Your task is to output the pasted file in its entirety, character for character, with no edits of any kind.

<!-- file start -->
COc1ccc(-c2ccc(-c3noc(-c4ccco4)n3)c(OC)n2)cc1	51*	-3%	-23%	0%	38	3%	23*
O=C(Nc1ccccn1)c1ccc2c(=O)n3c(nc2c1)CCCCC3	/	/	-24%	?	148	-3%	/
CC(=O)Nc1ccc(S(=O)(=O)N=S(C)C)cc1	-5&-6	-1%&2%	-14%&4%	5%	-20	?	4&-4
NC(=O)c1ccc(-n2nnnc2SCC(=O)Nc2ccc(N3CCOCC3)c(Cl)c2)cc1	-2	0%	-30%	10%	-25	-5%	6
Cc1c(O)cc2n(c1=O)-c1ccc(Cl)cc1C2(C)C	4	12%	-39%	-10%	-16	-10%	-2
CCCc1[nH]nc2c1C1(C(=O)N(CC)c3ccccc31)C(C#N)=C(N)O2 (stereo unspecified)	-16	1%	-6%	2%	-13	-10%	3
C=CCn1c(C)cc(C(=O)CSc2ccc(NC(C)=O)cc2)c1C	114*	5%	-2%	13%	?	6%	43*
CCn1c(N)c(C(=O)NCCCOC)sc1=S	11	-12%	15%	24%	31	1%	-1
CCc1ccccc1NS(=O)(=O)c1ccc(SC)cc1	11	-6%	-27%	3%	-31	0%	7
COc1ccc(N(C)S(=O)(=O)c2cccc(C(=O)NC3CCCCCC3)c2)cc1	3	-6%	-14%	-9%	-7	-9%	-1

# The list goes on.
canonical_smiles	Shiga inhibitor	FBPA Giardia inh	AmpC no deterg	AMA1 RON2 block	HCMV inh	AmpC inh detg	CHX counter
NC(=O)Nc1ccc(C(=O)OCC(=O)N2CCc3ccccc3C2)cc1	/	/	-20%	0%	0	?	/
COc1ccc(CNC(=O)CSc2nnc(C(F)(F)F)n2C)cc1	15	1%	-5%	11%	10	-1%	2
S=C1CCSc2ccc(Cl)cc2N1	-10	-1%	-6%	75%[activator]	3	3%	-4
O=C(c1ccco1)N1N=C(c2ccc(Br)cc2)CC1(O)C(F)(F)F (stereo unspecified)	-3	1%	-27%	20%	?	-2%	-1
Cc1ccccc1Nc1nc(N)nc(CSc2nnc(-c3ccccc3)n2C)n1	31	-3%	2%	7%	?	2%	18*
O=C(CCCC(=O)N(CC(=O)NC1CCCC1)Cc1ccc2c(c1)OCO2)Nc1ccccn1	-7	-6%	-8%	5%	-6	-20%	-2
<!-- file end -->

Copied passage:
COc1ccc(-c2ccc(-c3noc(-c4ccco4)n3)c(OC)n2)cc1	51*	-3%	-23%	0%	38	3%	23*
O=C(Nc1ccccn1)c1ccc2c(=O)n3c(nc2c1)CCCCC3	/	/	-24%	?	148	-3%	/
CC(=O)Nc1ccc(S(=O)(=O)N=S(C)C)cc1	-5&-6	-1%&2%	-14%&4%	5%	-20	?	4&-4
NC(=O)c1ccc(-n2nnnc2SCC(=O)Nc2ccc(N3CCOCC3)c(Cl)c2)cc1	-2	0%	-30%	10%	-25	-5%	6
Cc1c(O)cc2n(c1=O)-c1ccc(Cl)cc1C2(C)C	4	12%	-39%	-10%	-16	-10%	-2
CCCc1[nH]nc2c1C1(C(=O)N(CC)c3ccccc31)C(C#N)=C(N)O2 (stereo unspecified)	-16	1%	-6%	2%	-13	-10%	3
C=CCn1c(C)cc(C(=O)CSc2ccc(NC(C)=O)cc2)c1C	114*	5%	-2%	13%	?	6%	43*
CCn1c(N)c(C(=O)NCCCOC)sc1=S	11	-12%	15%	24%	31	1%	-1
CCc1ccccc1NS(=O)(=O)c1ccc(SC)cc1	11	-6%	-27%	3%	-31	0%	7
COc1ccc(N(C)S(=O)(=O)c2cccc(C(=O)NC3CCCCCC3)c2)cc1	3	-6%	-14%	-9%	-7	-9%	-1

# The list goes on.
canonical_smiles	Shiga inhibitor	FBPA Giardia inh	AmpC no deterg	AMA1 RON2 block	HCMV inh	AmpC inh detg	CHX counter
NC(=O)Nc1ccc(C(=O)OCC(=O)N2CCc3ccccc3C2)cc1	/	/	-20%	0%	0	?	/
COc1ccc(CNC(=O)CSc2nnc(C(F)(F)F)n2C)cc1	15	1%	-5%	11%	10	-1%	2
S=C1CCSc2ccc(Cl)cc2N1	-10	-1%	-6%	75%[activator]	3	3%	-4
O=C(c1ccco1)N1N=C(c2ccc(Br)cc2)CC1(O)C(F)(F)F (stereo unspecified)	-3	1%	-27%	20%	?	-2%	-1
Cc1ccccc1Nc1nc(N)nc(CSc2nnc(-c3ccccc3)n2C)n1	31	-3%	2%	7%	?	2%	18*
O=C(CCCC(=O)N(CC(=O)NC1CCCC1)Cc1ccc2c(c1)OCO2)Nc1ccccn1	-7	-6%	-8%	5%	-6	-20%	-2